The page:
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CALADIUM, Florida Cardinal – Caladium
FULL SUN Native to the tropical regions of South America primarily Brazil, Caladiums have been a part of American and European gardens since the mid-1800s. Currently, there are approximately 16 different species commercially available. Florida Cardinal is the most popular red Caladium available today. The leaves are deep ruby red edged in green with green veining. The plants reach a height of 18-24 in.
In Hardiness Zones 4-6, start roots indoors in April and transplant outside when the nighttime temperatures reach 55 degrees. In Hardiness Zones 7 and higher, roots can be started outside when the danger of frost has passed and the soil has warmed. Plant the roots in organically rich soil amended with bone meal. Keep the soil moist, but do not allow the roots to stand in water. Caladiums thrive in containers – 1 root per 8 in. diameter pot.
In Zones 4-6, the roots need to be lifted when the nighttime temperatures fall below 55 degrees. Roots should be stored in a cool, dry, dark area. In Zones 7 and higher, roots can be left in the ground after the plant dies back, if heavily mulched.
|Type||Spacing||Planting Depth||Days to Germination||Maturity|
|Caladium||8-10 in.||2 in.||14-21||60|
Caladiums were discovered in South America by the Spanish explorers in the 1500s. Most of the known species are native to parts of Brazil. The plants were introduced into Europe but because of their fragile tropical nature did not thrive. With the introduction of greenhouses and conservatories available to the upper and middle classes in the latter part of the19th century, caladiums rose in popularity. The plants, with their stunning leaves, were easy to grow and real ‘show stoppers’ in the conservatories of the day.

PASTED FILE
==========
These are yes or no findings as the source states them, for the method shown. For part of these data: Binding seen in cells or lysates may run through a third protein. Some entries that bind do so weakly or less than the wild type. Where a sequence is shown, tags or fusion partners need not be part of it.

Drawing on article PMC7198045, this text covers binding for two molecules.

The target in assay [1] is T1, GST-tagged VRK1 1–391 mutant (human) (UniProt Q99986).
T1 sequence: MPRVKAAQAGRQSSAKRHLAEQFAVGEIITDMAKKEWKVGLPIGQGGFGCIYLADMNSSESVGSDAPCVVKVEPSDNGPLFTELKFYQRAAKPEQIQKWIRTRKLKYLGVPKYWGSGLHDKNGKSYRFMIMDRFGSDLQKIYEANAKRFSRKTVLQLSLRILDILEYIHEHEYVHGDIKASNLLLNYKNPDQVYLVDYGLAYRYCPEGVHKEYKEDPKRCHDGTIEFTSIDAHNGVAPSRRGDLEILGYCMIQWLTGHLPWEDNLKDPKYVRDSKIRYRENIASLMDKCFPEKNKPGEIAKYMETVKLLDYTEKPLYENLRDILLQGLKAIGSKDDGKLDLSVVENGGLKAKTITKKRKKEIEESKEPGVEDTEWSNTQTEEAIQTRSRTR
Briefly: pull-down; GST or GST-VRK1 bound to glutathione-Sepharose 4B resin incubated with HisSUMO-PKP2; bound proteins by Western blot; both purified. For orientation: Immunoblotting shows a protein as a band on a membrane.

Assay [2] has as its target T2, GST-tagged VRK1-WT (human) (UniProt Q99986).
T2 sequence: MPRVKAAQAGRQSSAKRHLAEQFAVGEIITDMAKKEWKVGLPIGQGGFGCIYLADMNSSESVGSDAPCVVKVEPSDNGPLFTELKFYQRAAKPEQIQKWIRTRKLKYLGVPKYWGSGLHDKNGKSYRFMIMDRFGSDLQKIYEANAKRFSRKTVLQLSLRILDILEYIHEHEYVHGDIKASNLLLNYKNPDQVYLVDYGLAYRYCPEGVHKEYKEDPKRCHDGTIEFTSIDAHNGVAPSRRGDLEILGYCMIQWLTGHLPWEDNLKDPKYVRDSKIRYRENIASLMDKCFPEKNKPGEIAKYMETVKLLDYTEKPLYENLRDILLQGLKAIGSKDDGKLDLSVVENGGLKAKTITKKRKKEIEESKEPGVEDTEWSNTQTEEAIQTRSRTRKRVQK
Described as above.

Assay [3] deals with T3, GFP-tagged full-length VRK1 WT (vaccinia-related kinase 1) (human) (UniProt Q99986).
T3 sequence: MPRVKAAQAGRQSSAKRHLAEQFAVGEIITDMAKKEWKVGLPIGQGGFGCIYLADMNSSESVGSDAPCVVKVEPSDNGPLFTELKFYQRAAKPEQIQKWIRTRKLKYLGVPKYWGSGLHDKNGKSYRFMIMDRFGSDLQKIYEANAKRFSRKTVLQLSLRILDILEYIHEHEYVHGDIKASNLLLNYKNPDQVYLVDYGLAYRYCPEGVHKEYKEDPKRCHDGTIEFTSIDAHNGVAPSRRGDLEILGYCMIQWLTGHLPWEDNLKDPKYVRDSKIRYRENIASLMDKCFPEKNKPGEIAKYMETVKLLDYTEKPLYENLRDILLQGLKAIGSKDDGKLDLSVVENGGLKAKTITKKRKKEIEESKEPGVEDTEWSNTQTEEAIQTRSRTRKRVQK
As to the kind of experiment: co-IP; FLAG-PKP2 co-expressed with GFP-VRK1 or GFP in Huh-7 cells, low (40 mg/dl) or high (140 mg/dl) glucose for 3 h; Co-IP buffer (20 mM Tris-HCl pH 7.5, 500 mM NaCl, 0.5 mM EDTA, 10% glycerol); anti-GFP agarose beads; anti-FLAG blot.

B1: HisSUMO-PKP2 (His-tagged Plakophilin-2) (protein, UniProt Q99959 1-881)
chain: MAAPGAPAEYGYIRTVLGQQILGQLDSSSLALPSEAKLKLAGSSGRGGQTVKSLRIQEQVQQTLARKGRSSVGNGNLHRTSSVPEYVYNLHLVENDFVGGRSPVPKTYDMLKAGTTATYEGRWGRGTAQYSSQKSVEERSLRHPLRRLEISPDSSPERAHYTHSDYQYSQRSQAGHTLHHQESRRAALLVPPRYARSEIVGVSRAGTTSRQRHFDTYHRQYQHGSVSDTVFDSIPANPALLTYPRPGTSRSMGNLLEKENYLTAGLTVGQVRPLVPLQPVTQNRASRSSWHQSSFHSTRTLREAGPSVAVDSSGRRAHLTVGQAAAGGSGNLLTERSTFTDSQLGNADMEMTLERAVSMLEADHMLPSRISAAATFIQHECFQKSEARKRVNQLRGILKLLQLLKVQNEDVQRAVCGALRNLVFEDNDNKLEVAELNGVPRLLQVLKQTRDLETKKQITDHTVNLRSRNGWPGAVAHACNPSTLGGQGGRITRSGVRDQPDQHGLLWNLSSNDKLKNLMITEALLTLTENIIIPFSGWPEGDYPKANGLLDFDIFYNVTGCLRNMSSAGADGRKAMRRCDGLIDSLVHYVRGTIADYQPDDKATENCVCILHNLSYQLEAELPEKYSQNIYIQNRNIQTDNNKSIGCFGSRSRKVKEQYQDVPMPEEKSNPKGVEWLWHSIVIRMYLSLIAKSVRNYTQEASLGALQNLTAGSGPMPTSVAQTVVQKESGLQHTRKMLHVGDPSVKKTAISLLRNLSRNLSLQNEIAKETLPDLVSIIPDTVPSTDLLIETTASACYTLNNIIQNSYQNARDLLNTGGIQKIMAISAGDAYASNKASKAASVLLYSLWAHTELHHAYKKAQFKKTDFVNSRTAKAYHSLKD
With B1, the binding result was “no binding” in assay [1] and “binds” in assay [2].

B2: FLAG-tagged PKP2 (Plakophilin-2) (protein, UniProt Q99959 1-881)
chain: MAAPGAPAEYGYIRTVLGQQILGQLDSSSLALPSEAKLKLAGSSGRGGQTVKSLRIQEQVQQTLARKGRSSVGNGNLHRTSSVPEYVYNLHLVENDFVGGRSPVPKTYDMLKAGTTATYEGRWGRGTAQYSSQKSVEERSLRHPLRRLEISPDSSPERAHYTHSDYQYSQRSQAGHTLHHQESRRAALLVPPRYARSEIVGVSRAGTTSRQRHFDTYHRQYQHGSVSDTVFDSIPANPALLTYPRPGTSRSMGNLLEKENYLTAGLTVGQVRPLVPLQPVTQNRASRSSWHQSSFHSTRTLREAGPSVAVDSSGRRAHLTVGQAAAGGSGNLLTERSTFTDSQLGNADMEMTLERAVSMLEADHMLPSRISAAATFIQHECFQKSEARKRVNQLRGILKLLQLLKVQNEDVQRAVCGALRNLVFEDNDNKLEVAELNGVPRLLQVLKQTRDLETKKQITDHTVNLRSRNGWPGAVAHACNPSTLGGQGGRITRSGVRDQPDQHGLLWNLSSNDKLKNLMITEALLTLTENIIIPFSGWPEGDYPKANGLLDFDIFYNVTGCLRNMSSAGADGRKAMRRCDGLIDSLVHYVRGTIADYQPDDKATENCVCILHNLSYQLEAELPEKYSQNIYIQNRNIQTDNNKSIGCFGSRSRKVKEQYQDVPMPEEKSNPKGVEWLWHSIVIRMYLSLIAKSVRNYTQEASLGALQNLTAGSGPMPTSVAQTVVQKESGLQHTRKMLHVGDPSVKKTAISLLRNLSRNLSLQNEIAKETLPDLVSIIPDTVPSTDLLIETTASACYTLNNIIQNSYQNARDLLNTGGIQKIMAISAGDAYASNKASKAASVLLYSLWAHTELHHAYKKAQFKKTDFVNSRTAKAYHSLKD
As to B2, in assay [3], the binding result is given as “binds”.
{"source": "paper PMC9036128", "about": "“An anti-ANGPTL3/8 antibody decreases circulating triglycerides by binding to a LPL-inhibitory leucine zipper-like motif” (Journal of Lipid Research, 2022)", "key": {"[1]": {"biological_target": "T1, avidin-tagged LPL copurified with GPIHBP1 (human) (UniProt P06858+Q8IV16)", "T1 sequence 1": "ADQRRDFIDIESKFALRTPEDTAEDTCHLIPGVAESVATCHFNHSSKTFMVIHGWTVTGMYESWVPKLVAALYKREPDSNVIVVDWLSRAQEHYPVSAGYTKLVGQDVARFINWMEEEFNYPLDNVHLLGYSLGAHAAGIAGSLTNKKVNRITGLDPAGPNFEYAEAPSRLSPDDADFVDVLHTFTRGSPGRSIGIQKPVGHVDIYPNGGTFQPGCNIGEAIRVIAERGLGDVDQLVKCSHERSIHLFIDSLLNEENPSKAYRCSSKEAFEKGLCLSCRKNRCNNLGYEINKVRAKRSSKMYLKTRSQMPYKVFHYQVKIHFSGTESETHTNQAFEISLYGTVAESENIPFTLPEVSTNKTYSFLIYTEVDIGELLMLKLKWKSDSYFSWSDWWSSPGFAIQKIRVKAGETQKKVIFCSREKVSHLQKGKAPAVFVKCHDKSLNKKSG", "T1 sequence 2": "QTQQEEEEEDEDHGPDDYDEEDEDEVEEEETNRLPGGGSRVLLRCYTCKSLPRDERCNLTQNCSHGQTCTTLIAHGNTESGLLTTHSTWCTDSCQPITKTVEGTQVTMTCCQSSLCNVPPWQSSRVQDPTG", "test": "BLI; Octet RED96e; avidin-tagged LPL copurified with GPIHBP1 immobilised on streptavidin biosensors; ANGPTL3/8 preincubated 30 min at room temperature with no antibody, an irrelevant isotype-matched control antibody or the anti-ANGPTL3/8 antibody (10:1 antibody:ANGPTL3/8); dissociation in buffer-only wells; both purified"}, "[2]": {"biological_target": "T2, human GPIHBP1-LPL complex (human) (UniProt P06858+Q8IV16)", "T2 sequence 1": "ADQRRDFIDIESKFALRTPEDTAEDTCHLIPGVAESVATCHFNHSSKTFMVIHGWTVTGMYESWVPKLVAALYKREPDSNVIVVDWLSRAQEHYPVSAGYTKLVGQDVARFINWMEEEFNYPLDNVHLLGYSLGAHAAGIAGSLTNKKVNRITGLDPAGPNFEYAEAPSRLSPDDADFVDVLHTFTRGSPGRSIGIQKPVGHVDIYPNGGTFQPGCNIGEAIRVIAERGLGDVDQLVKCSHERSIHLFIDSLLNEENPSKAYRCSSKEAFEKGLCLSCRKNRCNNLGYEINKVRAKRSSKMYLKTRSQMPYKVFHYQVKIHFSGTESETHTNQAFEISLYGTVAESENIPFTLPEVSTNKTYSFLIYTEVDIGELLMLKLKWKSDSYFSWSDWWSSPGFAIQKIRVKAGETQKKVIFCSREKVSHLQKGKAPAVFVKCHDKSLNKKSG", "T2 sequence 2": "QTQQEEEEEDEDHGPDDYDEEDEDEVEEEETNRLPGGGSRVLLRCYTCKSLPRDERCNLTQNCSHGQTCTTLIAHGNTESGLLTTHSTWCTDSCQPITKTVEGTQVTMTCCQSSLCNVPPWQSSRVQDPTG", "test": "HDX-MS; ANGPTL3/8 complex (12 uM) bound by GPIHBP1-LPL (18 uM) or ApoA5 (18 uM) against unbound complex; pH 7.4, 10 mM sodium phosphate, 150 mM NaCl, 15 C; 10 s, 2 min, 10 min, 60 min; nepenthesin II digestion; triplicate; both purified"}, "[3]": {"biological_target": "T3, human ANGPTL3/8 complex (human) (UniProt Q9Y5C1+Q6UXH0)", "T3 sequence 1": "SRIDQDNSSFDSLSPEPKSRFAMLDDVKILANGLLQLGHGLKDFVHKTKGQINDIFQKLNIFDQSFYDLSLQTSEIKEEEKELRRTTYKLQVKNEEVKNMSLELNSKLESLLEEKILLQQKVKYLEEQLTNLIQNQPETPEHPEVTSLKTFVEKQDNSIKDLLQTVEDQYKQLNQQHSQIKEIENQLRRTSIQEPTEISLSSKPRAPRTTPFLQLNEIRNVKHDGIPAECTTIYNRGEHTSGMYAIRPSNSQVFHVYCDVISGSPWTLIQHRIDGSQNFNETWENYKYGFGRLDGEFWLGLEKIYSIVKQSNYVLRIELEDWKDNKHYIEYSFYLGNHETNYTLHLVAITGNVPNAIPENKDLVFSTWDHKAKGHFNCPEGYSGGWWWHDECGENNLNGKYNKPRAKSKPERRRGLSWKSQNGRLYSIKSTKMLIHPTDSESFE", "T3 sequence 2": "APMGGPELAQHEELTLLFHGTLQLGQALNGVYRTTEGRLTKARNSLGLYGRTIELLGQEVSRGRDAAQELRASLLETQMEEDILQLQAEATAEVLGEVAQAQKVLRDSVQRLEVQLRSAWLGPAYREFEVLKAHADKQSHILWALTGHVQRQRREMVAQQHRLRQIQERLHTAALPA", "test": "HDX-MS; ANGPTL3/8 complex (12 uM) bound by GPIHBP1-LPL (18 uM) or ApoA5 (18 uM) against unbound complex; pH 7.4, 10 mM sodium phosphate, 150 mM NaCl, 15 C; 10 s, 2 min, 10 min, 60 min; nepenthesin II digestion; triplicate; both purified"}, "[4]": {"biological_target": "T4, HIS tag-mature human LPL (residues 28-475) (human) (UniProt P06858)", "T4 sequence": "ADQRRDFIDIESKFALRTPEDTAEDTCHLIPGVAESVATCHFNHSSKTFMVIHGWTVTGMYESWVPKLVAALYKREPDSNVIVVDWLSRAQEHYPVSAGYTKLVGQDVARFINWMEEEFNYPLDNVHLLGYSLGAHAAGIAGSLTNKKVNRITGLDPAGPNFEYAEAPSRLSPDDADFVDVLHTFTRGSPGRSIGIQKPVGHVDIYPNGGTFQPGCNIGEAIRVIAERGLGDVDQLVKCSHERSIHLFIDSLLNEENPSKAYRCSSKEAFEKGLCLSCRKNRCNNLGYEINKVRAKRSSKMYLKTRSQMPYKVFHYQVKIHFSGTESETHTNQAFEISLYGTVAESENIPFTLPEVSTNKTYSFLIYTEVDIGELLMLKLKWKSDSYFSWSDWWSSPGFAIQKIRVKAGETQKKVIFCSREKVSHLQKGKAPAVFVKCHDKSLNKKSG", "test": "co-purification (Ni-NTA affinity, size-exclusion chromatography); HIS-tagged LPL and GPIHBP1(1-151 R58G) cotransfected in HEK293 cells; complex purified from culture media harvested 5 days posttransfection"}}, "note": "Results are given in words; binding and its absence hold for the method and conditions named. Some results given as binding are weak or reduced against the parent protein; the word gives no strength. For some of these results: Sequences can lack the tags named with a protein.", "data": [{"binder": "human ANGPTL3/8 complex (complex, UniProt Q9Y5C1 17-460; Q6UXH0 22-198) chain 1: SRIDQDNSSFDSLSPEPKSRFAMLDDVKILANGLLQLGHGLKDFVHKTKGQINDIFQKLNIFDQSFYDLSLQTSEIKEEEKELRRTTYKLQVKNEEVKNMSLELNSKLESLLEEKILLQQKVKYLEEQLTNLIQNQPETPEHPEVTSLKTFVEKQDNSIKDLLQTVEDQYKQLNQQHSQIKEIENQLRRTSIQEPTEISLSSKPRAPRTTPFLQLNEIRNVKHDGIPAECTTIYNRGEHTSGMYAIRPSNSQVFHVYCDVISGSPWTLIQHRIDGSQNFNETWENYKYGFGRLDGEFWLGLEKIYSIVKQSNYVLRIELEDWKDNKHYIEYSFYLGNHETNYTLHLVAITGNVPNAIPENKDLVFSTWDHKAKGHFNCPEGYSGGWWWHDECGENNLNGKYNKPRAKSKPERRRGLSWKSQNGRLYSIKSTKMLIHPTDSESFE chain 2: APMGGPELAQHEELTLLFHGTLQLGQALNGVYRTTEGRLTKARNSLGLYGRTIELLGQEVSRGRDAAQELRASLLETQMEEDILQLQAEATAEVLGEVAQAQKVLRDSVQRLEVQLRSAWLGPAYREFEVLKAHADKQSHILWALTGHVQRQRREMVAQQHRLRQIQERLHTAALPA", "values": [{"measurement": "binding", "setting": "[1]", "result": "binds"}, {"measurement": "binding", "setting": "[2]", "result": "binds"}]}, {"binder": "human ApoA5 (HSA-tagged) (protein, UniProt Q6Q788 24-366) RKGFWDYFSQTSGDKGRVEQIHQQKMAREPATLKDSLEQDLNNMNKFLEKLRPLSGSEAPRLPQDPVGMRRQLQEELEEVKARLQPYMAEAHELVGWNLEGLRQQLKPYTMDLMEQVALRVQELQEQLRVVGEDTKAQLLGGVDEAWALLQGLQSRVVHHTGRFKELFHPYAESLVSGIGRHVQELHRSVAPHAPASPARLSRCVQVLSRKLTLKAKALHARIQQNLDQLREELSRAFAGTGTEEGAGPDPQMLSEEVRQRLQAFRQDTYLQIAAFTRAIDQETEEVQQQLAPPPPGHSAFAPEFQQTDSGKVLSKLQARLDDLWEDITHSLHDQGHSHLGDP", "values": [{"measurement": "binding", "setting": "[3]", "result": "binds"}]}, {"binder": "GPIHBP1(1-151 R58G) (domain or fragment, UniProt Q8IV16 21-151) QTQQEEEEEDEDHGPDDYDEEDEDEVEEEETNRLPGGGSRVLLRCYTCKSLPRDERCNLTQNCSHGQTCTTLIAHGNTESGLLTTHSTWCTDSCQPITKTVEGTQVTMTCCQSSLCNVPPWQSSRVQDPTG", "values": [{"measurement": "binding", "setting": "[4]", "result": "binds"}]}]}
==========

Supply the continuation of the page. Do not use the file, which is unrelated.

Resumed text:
The name, Caladium, comes from the South American Indian term ‘kelady’ meaning unknown. The rhizomes of the Kelady were roasted or boiled by the Indians and eaten. In the West Indies, the leaves of the Kelady were boiled and eaten as a vegetable.
In the US, 98% of all Caladiums come from Lake Placid, Florida affectionately known as The Caladium Capital of the World. The tiny town is surrounded by hundreds of acres of Caladium farms, and the town, itself, is decorated with 40 murals many of them depicting Caladiums. The town was chartered in 1925 as Lake Stearns, but at the request of Dr. Melvil Dewey, inventor of the Dewey Decimal System the name was changed to Lake Placid in 1927. In late July, each year, the town holds a Caladium Festival where farms display an assortment of their Caladiums.
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